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I had heard that some bikes don't necessarily run better with the higher octane. That they are designed to run on octane levels in the low 90's. Does anyone have any feed back on this. I am fairly new to riding and really don't know what to believe and what not to believe. I ride an 04 525mxc, and haven't tried the racing fuel, but was thinking of trying it at an upcoming desert race.

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High Octane Fuel is for High Compression Pistons. It is needed to avoid knocking and pinging from pre-detonation. High Octane fuels basically are harder to ignite but when used with a a high compression piston (or turbo) it produces more power, but not because it is high octane.

I'm not sure about the KTMs but most bikes run higher compression piston than a standard car but 91/92 pump gas is fine. I just put in a 10.5:1 compression piston in my XR and the manufacturer (JE Pistons) recommended 92 pump gas. At 11:1 they did not recommend pump gas.

However I don't think using high octane gas is bad for your bike, especially if it over heats. Heat is a big factor in pre detonation. It is just more expensive.

I did run some 102 octane in my old XL175 with a straight pipe once. It was fun, but I think it was mostly from the straight pipe and not the gas. I lost alot of torque but gained a little top end.

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The bike only wants enough octane to control pinging and detonation. Much more than that you start losing power and throttle response. 92-100 octane probably fine. More than that and the stock engine will start to run flat and lose throttle response.

Dwight

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Higher octane equals a slower burn rate. The slow burn is to prevet pre-ignition which is what limits compression ratio. Production bikes have the compression ratio set for pump gas so nothing is gained by higher octane unless you increase compression ratio and yes if you use a high octane gas with a moderate to low compresion ratio it will produce less power then pump gas

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Higher octane equals a slower burn rate. The slow burn is to prevet pre-ignition which is what limits compression ratio. Production bikes have the compression ratio set for pump gas so nothing is gained by higher octane unless you increase compression ratio and yes if you use a high octane gas with a moderate to low compresion ratio it will produce less power then pump gas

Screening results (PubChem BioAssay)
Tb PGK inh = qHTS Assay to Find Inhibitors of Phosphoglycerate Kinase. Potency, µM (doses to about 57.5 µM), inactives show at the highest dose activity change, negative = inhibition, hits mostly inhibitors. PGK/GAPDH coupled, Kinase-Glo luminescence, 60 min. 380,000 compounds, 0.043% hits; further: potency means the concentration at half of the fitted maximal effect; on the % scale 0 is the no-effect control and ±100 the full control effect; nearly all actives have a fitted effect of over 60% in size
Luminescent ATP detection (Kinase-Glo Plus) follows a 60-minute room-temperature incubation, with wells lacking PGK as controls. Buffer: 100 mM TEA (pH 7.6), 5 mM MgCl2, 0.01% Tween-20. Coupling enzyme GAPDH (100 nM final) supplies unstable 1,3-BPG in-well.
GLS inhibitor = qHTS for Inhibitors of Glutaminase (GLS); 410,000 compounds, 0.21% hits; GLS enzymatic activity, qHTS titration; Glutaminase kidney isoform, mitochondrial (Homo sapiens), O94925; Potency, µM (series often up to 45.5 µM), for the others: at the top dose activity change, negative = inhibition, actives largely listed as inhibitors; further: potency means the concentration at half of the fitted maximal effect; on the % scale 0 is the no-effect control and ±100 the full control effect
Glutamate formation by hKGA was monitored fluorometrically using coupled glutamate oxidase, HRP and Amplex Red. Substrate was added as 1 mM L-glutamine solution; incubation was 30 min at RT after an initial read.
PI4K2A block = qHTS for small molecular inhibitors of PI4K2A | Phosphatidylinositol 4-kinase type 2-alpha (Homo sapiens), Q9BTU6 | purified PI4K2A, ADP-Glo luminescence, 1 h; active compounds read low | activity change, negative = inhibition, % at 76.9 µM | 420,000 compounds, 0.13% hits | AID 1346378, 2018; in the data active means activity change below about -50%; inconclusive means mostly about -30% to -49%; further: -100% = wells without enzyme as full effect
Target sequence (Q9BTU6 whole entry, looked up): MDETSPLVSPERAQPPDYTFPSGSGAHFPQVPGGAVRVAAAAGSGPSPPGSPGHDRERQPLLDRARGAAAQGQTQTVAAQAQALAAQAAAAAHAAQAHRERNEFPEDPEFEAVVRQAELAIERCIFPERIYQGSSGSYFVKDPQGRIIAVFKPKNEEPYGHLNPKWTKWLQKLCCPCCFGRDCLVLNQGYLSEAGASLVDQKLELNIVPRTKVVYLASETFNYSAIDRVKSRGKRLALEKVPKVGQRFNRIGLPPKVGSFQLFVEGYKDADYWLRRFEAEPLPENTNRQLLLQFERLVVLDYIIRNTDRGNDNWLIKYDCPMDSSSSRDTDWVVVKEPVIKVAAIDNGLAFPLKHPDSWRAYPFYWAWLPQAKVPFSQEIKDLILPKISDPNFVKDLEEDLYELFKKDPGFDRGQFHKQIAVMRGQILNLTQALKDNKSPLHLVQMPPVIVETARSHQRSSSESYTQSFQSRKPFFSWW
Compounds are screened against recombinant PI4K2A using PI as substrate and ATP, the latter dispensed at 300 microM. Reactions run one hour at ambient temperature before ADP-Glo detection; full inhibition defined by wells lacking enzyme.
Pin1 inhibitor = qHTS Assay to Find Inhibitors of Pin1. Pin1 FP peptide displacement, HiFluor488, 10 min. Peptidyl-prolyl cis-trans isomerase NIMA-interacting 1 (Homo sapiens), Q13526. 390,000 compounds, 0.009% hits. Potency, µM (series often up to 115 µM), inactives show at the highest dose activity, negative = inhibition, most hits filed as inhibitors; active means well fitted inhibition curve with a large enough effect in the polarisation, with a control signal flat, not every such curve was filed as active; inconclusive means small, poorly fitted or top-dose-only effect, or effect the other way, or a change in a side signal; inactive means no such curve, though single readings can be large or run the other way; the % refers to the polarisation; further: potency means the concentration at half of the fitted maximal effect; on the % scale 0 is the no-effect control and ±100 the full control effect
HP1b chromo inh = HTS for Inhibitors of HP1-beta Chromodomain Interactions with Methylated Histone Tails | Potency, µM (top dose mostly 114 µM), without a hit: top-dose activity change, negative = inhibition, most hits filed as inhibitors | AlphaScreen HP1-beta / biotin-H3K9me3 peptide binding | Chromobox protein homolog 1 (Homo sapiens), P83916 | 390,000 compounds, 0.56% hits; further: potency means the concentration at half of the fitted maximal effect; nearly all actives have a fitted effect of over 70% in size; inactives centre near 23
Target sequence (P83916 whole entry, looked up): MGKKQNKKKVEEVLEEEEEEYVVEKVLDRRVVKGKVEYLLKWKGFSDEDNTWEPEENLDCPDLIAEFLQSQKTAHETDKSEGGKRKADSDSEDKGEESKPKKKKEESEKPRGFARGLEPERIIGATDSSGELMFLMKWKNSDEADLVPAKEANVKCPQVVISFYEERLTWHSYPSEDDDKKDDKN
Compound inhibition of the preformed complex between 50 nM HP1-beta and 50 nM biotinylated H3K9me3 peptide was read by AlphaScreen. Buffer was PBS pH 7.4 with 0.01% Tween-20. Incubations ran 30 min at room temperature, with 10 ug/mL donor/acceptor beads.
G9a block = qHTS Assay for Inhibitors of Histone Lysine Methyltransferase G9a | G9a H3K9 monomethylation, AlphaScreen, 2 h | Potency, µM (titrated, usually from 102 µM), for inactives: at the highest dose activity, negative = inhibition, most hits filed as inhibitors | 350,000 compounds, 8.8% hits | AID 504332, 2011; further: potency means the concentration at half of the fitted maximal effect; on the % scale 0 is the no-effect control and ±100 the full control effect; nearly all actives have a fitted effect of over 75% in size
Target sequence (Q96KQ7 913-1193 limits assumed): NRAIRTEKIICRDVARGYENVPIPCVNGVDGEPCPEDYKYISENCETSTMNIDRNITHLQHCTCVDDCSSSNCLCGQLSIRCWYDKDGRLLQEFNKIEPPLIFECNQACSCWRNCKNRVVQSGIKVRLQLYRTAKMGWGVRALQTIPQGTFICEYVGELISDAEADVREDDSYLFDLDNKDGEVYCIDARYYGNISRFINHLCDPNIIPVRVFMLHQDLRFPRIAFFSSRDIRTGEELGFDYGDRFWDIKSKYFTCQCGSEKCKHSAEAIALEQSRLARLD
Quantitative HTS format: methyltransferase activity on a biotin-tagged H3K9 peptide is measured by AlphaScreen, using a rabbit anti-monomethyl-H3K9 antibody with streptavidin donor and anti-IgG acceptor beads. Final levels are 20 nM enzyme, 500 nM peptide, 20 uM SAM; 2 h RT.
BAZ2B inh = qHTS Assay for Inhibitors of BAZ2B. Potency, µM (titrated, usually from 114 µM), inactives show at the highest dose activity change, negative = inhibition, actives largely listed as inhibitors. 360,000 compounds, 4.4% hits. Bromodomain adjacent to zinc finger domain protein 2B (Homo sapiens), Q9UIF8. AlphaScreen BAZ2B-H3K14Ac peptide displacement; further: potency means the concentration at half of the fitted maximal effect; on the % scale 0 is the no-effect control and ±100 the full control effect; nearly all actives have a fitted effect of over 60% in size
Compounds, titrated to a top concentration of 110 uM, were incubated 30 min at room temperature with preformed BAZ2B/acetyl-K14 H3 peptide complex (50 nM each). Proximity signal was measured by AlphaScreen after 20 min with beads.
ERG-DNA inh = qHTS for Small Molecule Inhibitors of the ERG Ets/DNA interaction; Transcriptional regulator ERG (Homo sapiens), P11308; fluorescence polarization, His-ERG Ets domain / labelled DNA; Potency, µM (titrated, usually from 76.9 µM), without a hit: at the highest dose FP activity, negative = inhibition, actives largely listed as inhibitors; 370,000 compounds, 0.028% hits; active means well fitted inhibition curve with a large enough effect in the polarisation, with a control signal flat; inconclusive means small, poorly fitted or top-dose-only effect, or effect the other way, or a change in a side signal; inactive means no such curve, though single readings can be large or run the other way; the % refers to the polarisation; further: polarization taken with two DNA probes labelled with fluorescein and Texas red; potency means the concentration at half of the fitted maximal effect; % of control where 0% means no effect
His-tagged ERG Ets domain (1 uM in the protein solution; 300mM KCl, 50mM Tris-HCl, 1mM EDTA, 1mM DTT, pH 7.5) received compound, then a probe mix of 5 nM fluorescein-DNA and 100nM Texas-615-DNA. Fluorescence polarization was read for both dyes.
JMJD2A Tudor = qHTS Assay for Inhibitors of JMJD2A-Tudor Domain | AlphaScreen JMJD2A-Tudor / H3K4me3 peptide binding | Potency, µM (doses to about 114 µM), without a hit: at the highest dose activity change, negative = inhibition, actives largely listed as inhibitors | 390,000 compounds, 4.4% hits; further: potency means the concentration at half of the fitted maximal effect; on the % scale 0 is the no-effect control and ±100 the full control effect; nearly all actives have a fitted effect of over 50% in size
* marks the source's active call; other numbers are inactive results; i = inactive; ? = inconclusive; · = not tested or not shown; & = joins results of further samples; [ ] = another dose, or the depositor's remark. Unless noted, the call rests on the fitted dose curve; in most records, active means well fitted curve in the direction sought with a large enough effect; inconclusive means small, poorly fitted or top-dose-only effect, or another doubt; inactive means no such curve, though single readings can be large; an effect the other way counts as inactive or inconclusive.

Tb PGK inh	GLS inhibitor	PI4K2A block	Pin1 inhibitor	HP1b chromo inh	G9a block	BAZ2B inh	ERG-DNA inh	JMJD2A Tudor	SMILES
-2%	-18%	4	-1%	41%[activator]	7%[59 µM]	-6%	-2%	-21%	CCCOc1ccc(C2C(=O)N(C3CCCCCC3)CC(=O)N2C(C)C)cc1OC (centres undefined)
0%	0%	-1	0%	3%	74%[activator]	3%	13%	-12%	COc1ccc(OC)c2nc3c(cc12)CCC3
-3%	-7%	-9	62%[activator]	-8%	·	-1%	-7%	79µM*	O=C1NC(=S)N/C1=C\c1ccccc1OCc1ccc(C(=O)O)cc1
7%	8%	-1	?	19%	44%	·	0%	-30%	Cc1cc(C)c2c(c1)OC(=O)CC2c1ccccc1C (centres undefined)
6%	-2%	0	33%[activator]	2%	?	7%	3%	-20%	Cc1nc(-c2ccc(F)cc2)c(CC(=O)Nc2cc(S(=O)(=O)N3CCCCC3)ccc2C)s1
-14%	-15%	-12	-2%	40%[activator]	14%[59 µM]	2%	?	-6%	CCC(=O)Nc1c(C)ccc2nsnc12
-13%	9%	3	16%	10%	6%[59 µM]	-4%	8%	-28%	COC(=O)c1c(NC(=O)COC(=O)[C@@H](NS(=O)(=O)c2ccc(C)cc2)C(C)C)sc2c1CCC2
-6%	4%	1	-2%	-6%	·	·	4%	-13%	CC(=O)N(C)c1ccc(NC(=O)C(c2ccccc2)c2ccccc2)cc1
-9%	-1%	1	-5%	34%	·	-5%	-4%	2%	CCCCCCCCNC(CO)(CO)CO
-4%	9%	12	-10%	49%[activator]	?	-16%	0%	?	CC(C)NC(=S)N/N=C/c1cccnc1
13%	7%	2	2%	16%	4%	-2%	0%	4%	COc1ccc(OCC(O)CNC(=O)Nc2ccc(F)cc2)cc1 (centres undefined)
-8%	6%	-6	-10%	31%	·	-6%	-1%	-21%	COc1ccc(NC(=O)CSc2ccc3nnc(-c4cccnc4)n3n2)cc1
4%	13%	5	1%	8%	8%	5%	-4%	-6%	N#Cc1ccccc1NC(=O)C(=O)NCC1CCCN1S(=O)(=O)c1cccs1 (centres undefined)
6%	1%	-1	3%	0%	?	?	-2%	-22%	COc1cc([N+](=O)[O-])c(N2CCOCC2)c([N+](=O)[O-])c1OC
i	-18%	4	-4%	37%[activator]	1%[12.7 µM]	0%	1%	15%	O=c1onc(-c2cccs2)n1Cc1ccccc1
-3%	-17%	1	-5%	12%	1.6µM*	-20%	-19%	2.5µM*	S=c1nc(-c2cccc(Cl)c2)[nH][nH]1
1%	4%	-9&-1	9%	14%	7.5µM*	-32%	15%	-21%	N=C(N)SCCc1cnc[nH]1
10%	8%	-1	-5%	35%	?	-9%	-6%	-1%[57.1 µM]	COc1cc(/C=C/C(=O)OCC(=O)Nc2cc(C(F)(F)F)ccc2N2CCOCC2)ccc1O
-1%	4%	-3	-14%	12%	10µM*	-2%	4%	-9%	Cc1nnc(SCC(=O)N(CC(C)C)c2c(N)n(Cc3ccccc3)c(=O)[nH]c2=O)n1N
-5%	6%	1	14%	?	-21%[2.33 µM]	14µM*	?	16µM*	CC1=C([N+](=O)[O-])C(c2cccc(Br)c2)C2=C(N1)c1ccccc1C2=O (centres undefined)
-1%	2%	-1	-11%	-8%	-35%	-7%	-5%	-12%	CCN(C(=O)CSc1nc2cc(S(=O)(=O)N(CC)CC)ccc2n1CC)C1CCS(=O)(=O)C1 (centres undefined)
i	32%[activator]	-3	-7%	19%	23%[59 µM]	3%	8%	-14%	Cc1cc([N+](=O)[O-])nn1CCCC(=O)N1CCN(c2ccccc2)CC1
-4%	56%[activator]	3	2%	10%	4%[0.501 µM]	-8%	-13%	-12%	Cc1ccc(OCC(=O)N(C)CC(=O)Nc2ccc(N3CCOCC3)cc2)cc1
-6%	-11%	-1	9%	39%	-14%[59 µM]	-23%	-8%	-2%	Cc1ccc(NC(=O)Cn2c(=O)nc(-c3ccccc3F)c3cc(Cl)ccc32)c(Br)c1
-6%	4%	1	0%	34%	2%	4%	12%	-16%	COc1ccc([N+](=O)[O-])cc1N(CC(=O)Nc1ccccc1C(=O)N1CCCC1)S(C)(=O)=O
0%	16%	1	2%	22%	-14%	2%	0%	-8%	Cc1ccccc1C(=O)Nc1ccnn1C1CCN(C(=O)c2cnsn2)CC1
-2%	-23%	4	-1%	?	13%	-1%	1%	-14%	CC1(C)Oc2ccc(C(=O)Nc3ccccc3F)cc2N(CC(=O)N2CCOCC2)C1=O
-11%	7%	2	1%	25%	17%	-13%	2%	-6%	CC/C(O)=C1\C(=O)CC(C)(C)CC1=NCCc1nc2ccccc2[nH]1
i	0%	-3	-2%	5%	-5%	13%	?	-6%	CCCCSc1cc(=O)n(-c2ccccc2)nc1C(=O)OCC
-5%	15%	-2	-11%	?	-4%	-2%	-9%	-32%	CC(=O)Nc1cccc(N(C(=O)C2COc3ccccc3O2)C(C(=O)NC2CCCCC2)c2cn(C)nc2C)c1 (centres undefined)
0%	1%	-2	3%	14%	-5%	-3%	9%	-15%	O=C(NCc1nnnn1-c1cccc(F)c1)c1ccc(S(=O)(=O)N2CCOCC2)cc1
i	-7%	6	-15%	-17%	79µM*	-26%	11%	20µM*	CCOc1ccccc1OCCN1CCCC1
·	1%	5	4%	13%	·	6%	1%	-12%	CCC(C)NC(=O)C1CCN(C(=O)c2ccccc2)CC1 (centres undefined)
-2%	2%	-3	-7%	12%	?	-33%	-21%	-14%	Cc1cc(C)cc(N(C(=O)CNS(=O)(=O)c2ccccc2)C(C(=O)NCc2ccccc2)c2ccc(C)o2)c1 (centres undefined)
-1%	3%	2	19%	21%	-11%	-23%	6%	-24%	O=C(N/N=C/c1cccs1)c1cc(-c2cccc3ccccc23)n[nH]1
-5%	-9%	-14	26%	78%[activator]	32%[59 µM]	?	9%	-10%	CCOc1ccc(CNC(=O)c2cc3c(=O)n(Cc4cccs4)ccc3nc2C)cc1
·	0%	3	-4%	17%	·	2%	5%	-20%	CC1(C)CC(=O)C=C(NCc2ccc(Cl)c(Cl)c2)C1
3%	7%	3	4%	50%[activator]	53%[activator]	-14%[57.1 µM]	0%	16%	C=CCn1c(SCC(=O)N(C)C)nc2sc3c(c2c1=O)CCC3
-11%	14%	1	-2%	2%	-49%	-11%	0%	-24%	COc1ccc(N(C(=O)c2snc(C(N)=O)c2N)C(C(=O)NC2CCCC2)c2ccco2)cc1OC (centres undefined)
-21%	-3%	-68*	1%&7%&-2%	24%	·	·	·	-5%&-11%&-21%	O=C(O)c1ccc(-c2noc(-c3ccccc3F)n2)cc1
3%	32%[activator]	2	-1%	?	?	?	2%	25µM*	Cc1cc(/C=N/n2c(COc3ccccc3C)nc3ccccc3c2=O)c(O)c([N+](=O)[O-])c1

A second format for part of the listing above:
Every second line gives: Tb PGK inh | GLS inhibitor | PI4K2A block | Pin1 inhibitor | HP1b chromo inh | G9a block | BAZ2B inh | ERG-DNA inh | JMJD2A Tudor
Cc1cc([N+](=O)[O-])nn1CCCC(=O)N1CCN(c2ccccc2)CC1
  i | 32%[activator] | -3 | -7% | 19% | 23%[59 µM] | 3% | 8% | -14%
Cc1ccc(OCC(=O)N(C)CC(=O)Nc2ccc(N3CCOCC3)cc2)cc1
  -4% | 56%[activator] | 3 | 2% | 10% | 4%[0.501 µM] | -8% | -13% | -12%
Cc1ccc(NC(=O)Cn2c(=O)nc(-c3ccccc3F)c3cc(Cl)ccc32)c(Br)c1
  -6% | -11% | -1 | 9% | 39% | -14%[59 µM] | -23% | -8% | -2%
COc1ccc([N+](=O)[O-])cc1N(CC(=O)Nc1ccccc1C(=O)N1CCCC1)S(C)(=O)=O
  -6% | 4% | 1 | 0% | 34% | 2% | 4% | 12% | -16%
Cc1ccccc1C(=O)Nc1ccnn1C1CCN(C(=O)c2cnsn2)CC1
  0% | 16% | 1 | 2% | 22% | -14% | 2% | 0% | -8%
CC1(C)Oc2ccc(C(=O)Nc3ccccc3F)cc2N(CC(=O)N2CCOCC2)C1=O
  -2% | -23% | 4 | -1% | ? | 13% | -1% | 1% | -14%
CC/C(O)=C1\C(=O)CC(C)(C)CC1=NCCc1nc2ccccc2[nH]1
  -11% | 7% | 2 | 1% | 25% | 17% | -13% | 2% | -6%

I think you are mistaken...higher octane equals faster burn and therefore lower combustion temps. That is why turbo vehicles need it to control exhaust temps. The slower burn rate would actually increase heat soak and exhaust temps.

You are right that MOST production bikes will not need this unless the day gets really hot and you are ridding a sand wash forever, then there is a chance of detonation. My YZF actually ran worse with race gas no matter how I tried to jet it.

Also many people put 110 or higher octane in and that is REALLY bad unless the valves are set up for it. Anything over about 108 is usually leaded and that can play havoc if the head is not built for that.

Try it and see if you bike likes it...it really wont hurt anything.

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Here is a quote from Rocket Brand race fuels in a recent Motor trend interview.

"Rockett Brand: A typical 92 or 93 octane pump gas contains hydrocarbons that evaporate in a range from about 80 degrees F to over 400 degrees F. Rockett Brand 100 Octane unleaded contains hydrocarbons that evaporate from about 100 degrees F to 270 degrees F. The higher evaporation temperature means that it takes longer for vaporization to take place as well needing a higher temperature to do so. At wide open throttle, and as RPM increases, there is increasingly little time for evaporation to take place. The 100 octane gasoline will vaporize more readily, and convert more chemical energy to mechanical energy than the 92/93 octane fuel, and therefore the 100 octane will make more power and improve vehicle performance when compared to the 92/93 octane gasoline (with or without octane improvers). Putting an octane improver into 92/93 octane gasoline does not change that high temperature for evaporation. Plus, there is no guarantee as to what octane you will end up with even if you follow the manufacturer's suggested dose. Unfortunately, the octane improver industry is not regulated like the retail gasoline business, and they can make bold claims without having to back them up. Octane boosters are addressed in a tech bulletin on Rockett Brand's website."

Just for reference.

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Higher octane equals a slower burn rate. The slow burn is to prevet pre-ignition which is what limits compression ratio. Production bikes have the compression ratio set for pump gas so nothing is gained by higher octane unless you increase compression ratio and yes if you use a high octane gas with a moderate to low compresion ratio it will produce less power then pump gas